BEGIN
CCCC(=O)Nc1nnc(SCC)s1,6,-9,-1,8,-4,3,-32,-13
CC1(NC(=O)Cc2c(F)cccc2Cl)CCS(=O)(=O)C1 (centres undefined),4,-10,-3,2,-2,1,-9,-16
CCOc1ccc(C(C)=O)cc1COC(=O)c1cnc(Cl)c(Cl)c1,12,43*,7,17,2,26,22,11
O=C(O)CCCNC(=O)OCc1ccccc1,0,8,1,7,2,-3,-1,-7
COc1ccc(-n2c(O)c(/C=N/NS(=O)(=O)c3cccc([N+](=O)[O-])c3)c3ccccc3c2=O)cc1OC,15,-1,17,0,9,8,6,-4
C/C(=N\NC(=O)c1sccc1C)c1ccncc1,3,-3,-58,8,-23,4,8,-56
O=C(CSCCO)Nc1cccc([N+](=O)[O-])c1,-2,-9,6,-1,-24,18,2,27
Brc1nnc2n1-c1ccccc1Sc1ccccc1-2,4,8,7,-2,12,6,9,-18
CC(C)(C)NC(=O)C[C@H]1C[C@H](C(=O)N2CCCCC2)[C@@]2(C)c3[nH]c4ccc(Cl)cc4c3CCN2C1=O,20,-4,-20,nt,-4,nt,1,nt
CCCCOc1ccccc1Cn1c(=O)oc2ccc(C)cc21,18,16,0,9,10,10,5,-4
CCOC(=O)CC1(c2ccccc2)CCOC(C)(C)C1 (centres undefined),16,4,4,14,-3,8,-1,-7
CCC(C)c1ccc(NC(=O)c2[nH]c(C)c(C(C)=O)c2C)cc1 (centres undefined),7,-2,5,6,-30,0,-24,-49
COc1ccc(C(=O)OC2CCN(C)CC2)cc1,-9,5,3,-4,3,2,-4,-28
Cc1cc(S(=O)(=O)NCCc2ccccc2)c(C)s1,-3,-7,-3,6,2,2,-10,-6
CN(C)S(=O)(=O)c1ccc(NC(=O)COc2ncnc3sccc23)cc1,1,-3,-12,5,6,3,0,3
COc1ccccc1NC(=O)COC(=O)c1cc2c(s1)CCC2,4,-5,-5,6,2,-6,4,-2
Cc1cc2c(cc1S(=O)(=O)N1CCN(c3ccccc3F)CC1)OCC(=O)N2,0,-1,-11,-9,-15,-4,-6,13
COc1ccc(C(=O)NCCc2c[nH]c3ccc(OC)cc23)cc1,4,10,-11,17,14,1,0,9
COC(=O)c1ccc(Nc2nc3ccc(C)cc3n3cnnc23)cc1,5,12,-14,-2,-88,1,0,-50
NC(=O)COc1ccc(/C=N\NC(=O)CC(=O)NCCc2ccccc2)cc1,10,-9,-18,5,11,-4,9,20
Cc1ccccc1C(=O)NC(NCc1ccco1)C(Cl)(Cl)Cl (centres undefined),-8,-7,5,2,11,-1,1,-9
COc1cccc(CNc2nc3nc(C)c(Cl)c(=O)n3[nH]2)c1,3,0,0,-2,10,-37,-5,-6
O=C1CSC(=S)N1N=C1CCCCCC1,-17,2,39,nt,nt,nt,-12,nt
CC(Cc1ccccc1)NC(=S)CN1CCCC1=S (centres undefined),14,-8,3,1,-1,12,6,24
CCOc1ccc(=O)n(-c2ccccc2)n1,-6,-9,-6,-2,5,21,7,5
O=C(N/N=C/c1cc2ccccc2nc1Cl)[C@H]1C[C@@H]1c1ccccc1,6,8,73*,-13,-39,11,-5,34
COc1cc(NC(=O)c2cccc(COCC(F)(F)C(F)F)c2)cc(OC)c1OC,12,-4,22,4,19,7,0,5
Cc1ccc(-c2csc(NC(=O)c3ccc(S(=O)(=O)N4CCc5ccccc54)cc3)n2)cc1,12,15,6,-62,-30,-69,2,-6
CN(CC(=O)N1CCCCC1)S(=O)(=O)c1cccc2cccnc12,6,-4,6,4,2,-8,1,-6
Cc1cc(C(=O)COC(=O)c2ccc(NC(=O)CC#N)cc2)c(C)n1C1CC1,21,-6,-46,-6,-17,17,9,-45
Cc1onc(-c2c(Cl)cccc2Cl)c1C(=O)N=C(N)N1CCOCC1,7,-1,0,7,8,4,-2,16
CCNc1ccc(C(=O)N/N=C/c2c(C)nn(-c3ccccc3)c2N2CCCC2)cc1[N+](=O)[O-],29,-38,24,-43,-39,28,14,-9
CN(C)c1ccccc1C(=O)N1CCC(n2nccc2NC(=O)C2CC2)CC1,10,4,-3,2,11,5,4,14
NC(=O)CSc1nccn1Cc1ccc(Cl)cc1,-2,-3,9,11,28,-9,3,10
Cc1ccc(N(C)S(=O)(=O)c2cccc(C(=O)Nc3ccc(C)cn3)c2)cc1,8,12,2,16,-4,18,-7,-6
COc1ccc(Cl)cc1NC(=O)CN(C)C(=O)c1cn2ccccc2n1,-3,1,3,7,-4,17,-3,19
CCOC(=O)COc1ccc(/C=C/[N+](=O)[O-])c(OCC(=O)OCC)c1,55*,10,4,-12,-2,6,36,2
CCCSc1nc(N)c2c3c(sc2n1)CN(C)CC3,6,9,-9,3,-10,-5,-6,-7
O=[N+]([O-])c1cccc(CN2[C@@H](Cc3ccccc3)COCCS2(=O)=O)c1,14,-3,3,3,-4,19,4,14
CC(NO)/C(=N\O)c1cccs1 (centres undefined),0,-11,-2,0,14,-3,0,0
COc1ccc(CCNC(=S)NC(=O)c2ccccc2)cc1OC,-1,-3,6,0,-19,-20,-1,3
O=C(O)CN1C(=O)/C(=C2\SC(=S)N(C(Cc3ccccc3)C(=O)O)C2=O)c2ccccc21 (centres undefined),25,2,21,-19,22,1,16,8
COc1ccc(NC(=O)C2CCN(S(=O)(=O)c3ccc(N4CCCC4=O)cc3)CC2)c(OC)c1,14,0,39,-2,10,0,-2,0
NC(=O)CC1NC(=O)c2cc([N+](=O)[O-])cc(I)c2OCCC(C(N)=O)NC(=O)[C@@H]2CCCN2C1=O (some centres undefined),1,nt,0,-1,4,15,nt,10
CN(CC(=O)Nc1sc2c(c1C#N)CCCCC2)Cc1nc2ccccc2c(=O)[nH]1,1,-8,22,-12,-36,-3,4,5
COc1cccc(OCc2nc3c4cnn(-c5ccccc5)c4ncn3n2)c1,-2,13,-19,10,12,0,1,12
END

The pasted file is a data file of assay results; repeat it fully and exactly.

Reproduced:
CCCC(=O)Nc1nnc(SCC)s1,6,-9,-1,8,-4,3,-32,-13
CC1(NC(=O)Cc2c(F)cccc2Cl)CCS(=O)(=O)C1 (centres undefined),4,-10,-3,2,-2,1,-9,-16
CCOc1ccc(C(C)=O)cc1COC(=O)c1cnc(Cl)c(Cl)c1,12,43*,7,17,2,26,22,11
O=C(O)CCCNC(=O)OCc1ccccc1,0,8,1,7,2,-3,-1,-7
COc1ccc(-n2c(O)c(/C=N/NS(=O)(=O)c3cccc([N+](=O)[O-])c3)c3ccccc3c2=O)cc1OC,15,-1,17,0,9,8,6,-4
C/C(=N\NC(=O)c1sccc1C)c1ccncc1,3,-3,-58,8,-23,4,8,-56
O=C(CSCCO)Nc1cccc([N+](=O)[O-])c1,-2,-9,6,-1,-24,18,2,27
Brc1nnc2n1-c1ccccc1Sc1ccccc1-2,4,8,7,-2,12,6,9,-18
CC(C)(C)NC(=O)C[C@H]1C[C@H](C(=O)N2CCCCC2)[C@@]2(C)c3[nH]c4ccc(Cl)cc4c3CCN2C1=O,20,-4,-20,nt,-4,nt,1,nt
CCCCOc1ccccc1Cn1c(=O)oc2ccc(C)cc21,18,16,0,9,10,10,5,-4
CCOC(=O)CC1(c2ccccc2)CCOC(C)(C)C1 (centres undefined),16,4,4,14,-3,8,-1,-7
CCC(C)c1ccc(NC(=O)c2[nH]c(C)c(C(C)=O)c2C)cc1 (centres undefined),7,-2,5,6,-30,0,-24,-49
COc1ccc(C(=O)OC2CCN(C)CC2)cc1,-9,5,3,-4,3,2,-4,-28
Cc1cc(S(=O)(=O)NCCc2ccccc2)c(C)s1,-3,-7,-3,6,2,2,-10,-6
CN(C)S(=O)(=O)c1ccc(NC(=O)COc2ncnc3sccc23)cc1,1,-3,-12,5,6,3,0,3
COc1ccccc1NC(=O)COC(=O)c1cc2c(s1)CCC2,4,-5,-5,6,2,-6,4,-2
Cc1cc2c(cc1S(=O)(=O)N1CCN(c3ccccc3F)CC1)OCC(=O)N2,0,-1,-11,-9,-15,-4,-6,13
COc1ccc(C(=O)NCCc2c[nH]c3ccc(OC)cc23)cc1,4,10,-11,17,14,1,0,9
COC(=O)c1ccc(Nc2nc3ccc(C)cc3n3cnnc23)cc1,5,12,-14,-2,-88,1,0,-50
NC(=O)COc1ccc(/C=N\NC(=O)CC(=O)NCCc2ccccc2)cc1,10,-9,-18,5,11,-4,9,20
Cc1ccccc1C(=O)NC(NCc1ccco1)C(Cl)(Cl)Cl (centres undefined),-8,-7,5,2,11,-1,1,-9
COc1cccc(CNc2nc3nc(C)c(Cl)c(=O)n3[nH]2)c1,3,0,0,-2,10,-37,-5,-6
O=C1CSC(=S)N1N=C1CCCCCC1,-17,2,39,nt,nt,nt,-12,nt
CC(Cc1ccccc1)NC(=S)CN1CCCC1=S (centres undefined),14,-8,3,1,-1,12,6,24
CCOc1ccc(=O)n(-c2ccccc2)n1,-6,-9,-6,-2,5,21,7,5
O=C(N/N=C/c1cc2ccccc2nc1Cl)[C@H]1C[C@@H]1c1ccccc1,6,8,73*,-13,-39,11,-5,34
COc1cc(NC(=O)c2cccc(COCC(F)(F)C(F)F)c2)cc(OC)c1OC,12,-4,22,4,19,7,0,5
Cc1ccc(-c2csc(NC(=O)c3ccc(S(=O)(=O)N4CCc5ccccc54)cc3)n2)cc1,12,15,6,-62,-30,-69,2,-6
CN(CC(=O)N1CCCCC1)S(=O)(=O)c1cccc2cccnc12,6,-4,6,4,2,-8,1,-6
Cc1cc(C(=O)COC(=O)c2ccc(NC(=O)CC#N)cc2)c(C)n1C1CC1,21,-6,-46,-6,-17,17,9,-45
Cc1onc(-c2c(Cl)cccc2Cl)c1C(=O)N=C(N)N1CCOCC1,7,-1,0,7,8,4,-2,16
CCNc1ccc(C(=O)N/N=C/c2c(C)nn(-c3ccccc3)c2N2CCCC2)cc1[N+](=O)[O-],29,-38,24,-43,-39,28,14,-9
CN(C)c1ccccc1C(=O)N1CCC(n2nccc2NC(=O)C2CC2)CC1,10,4,-3,2,11,5,4,14
NC(=O)CSc1nccn1Cc1ccc(Cl)cc1,-2,-3,9,11,28,-9,3,10
Cc1ccc(N(C)S(=O)(=O)c2cccc(C(=O)Nc3ccc(C)cn3)c2)cc1,8,12,2,16,-4,18,-7,-6
COc1ccc(Cl)cc1NC(=O)CN(C)C(=O)c1cn2ccccc2n1,-3,1,3,7,-4,17,-3,19
CCOC(=O)COc1ccc(/C=C/[N+](=O)[O-])c(OCC(=O)OCC)c1,55*,10,4,-12,-2,6,36,2
CCCSc1nc(N)c2c3c(sc2n1)CN(C)CC3,6,9,-9,3,-10,-5,-6,-7
O=[N+]([O-])c1cccc(CN2[C@@H](Cc3ccccc3)COCCS2(=O)=O)c1,14,-3,3,3,-4,19,4,14
CC(NO)/C(=N\O)c1cccs1 (centres undefined),0,-11,-2,0,14,-3,0,0
COc1ccc(CCNC(=S)NC(=O)c2ccccc2)cc1OC,-1,-3,6,0,-19,-20,-1,3
O=C(O)CN1C(=O)/C(=C2\SC(=S)N(C(Cc3ccccc3)C(=O)O)C2=O)c2ccccc21 (centres undefined),25,2,21,-19,22,1,16,8
COc1ccc(NC(=O)C2CCN(S(=O)(=O)c3ccc(N4CCCC4=O)cc3)CC2)c(OC)c1,14,0,39,-2,10,0,-2,0
NC(=O)CC1NC(=O)c2cc([N+](=O)[O-])cc(I)c2OCCC(C(N)=O)NC(=O)[C@@H]2CCCN2C1=O (some centres undefined),1,nt,0,-1,4,15,nt,10
CN(CC(=O)Nc1sc2c(c1C#N)CCCCC2)Cc1nc2ccccc2c(=O)[nH]1,1,-8,22,-12,-36,-3,4,5
COc1cccc(OCc2nc3c4cnn(-c5ccccc5)c4ncn3n2)c1,-2,13,-19,10,12,0,1,12